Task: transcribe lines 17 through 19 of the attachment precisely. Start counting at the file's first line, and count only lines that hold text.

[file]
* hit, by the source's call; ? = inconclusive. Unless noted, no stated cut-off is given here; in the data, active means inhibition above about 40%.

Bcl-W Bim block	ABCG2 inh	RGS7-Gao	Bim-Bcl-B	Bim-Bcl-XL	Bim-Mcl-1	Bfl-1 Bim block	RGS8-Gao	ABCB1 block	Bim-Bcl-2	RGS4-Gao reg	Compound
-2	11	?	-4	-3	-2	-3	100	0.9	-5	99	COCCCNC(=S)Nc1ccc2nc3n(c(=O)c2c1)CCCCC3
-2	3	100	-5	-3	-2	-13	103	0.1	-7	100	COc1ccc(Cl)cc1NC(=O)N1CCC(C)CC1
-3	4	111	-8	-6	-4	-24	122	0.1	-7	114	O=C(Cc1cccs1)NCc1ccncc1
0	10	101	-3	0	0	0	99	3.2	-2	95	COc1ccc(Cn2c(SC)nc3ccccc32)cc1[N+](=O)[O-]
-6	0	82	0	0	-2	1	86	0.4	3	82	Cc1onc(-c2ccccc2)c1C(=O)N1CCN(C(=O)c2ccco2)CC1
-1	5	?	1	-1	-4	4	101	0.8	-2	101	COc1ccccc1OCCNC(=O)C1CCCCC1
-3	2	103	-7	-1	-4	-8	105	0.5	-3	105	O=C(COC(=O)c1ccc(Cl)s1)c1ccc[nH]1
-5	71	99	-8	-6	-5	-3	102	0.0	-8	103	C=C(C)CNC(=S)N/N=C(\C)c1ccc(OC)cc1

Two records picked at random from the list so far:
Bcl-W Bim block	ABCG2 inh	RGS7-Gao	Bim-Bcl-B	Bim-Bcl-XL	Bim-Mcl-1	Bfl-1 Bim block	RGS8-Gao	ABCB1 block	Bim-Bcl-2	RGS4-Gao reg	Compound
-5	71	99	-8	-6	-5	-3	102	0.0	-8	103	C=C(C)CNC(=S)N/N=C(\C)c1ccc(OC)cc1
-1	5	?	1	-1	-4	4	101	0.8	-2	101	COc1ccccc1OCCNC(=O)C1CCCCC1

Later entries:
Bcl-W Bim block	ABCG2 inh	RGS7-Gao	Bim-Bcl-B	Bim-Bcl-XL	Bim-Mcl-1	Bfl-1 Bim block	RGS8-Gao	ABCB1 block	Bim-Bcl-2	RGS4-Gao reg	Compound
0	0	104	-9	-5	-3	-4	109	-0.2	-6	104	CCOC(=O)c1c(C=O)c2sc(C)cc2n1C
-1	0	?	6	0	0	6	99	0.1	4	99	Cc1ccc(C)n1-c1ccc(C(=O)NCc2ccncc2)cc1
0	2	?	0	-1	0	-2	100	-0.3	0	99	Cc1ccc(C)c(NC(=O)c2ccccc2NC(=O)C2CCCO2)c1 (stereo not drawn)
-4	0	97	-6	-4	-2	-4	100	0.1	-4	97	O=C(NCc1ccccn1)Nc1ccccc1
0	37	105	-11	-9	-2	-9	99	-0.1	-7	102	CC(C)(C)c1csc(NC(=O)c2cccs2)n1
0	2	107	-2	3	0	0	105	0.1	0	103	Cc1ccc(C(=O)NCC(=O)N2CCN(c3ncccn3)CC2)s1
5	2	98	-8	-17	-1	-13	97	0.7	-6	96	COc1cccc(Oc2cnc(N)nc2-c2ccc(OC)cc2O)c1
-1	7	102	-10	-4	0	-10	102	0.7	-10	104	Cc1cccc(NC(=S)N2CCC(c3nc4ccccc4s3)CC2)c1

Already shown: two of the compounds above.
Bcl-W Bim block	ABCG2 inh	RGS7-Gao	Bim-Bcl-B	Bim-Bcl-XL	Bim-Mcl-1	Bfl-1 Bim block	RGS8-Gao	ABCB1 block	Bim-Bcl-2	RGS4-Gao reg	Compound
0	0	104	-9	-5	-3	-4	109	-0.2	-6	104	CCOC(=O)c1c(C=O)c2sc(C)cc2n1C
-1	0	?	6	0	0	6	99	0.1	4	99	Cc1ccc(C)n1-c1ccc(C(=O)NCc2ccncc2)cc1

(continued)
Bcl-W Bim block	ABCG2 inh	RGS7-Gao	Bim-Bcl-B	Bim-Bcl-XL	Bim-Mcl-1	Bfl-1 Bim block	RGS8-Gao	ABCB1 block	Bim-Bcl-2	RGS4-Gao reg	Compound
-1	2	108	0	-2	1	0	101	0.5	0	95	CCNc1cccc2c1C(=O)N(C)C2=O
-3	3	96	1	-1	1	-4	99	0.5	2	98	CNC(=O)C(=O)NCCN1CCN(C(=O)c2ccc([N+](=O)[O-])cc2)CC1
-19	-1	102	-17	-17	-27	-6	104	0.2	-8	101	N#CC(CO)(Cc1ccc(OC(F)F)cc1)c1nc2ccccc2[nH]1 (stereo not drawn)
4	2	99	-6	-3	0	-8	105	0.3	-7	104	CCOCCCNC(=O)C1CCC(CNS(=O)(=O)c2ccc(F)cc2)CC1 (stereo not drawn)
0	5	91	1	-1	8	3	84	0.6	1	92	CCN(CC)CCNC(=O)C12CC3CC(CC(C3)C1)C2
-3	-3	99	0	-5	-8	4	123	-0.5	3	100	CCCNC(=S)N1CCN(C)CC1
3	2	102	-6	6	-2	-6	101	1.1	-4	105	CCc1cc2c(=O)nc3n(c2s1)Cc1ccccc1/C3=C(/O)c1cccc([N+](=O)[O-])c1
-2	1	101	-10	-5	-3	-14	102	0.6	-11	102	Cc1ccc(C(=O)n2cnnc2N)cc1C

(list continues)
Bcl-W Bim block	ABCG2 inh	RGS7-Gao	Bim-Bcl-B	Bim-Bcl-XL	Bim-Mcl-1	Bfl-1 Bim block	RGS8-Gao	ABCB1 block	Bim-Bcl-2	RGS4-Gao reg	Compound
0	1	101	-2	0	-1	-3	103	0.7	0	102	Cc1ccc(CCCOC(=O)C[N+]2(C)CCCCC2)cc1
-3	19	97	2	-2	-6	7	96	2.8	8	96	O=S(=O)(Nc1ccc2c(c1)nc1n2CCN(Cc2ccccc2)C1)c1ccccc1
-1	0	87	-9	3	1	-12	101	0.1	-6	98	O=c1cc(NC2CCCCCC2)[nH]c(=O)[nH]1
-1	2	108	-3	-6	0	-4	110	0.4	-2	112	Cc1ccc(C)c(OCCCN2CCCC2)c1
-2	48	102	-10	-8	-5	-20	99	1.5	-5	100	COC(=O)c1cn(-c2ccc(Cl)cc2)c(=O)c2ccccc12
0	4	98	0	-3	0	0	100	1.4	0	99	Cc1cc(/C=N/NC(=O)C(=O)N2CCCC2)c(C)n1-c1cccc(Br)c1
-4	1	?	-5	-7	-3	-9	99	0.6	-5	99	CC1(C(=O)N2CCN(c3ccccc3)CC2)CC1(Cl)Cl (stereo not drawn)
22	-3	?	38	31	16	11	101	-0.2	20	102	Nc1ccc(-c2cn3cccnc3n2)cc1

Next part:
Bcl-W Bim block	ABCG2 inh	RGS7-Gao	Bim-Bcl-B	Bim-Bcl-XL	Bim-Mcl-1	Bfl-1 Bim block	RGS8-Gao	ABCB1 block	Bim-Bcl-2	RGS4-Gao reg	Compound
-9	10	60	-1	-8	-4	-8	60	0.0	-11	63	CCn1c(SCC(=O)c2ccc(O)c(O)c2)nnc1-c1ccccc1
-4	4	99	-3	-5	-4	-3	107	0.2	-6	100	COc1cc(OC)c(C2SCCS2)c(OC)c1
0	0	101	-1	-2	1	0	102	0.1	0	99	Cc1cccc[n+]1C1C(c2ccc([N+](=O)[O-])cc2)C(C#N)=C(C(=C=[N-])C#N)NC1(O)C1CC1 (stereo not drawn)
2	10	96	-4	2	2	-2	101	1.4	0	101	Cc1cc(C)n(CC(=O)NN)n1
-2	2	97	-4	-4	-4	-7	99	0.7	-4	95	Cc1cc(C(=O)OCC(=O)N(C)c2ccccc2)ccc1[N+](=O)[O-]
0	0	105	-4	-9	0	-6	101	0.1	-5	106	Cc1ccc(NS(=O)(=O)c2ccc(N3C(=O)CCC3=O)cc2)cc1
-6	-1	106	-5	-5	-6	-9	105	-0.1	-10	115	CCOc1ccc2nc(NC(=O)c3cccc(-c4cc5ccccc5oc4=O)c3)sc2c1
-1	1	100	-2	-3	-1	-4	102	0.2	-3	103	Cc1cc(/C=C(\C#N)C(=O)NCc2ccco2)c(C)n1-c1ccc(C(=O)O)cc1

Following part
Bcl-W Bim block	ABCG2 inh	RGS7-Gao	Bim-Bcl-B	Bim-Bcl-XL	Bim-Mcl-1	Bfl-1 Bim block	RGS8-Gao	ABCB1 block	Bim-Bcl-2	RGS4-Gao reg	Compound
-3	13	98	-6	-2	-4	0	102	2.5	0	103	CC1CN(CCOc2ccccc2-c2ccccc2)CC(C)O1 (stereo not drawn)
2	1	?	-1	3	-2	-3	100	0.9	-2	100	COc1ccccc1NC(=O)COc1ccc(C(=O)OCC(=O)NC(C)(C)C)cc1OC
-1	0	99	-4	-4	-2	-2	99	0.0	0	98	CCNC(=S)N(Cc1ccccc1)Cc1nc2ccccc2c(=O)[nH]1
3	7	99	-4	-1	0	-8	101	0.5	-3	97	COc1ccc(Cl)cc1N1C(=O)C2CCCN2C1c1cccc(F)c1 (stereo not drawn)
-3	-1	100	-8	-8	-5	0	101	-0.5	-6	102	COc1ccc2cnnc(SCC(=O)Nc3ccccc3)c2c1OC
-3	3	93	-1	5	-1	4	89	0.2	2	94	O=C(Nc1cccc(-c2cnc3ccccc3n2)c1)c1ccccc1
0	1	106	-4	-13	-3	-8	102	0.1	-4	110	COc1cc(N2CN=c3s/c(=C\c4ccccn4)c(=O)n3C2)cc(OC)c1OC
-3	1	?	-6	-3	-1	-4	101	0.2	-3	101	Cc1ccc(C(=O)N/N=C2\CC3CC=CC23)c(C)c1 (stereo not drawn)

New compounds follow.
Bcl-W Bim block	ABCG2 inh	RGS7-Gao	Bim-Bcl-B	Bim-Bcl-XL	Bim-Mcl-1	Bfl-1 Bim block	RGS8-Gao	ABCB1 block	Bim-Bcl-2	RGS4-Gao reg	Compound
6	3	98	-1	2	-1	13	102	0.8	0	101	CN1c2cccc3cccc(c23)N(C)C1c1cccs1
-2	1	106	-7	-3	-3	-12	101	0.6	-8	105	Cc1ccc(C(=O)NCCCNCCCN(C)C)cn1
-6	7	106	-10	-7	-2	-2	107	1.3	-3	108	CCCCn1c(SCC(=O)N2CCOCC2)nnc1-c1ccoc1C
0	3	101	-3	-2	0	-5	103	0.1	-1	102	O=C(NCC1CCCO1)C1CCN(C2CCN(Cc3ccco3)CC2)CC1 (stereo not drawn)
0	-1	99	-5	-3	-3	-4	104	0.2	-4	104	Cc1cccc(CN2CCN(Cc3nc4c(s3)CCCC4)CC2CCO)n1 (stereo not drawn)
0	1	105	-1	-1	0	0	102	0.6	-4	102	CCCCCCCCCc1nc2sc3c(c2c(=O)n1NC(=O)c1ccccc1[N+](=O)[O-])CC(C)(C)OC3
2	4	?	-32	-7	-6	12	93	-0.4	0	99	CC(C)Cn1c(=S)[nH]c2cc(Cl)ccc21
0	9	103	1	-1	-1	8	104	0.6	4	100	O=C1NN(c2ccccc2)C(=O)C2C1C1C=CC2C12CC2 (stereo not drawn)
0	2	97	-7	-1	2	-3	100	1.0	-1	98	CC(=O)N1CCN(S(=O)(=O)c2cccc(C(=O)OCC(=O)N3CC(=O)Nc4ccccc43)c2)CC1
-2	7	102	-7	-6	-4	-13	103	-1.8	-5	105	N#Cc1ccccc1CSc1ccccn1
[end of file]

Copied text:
0	0	104	-9	-5	-3	-4	109	-0.2	-6	104	CCOC(=O)c1c(C=O)c2sc(C)cc2n1C
-1	0	?	6	0	0	6	99	0.1	4	99	Cc1ccc(C)n1-c1ccc(C(=O)NCc2ccncc2)cc1
0	2	?	0	-1	0	-2	100	-0.3	0	99	Cc1ccc(C)c(NC(=O)c2ccccc2NC(=O)C2CCCO2)c1 (stereo not drawn)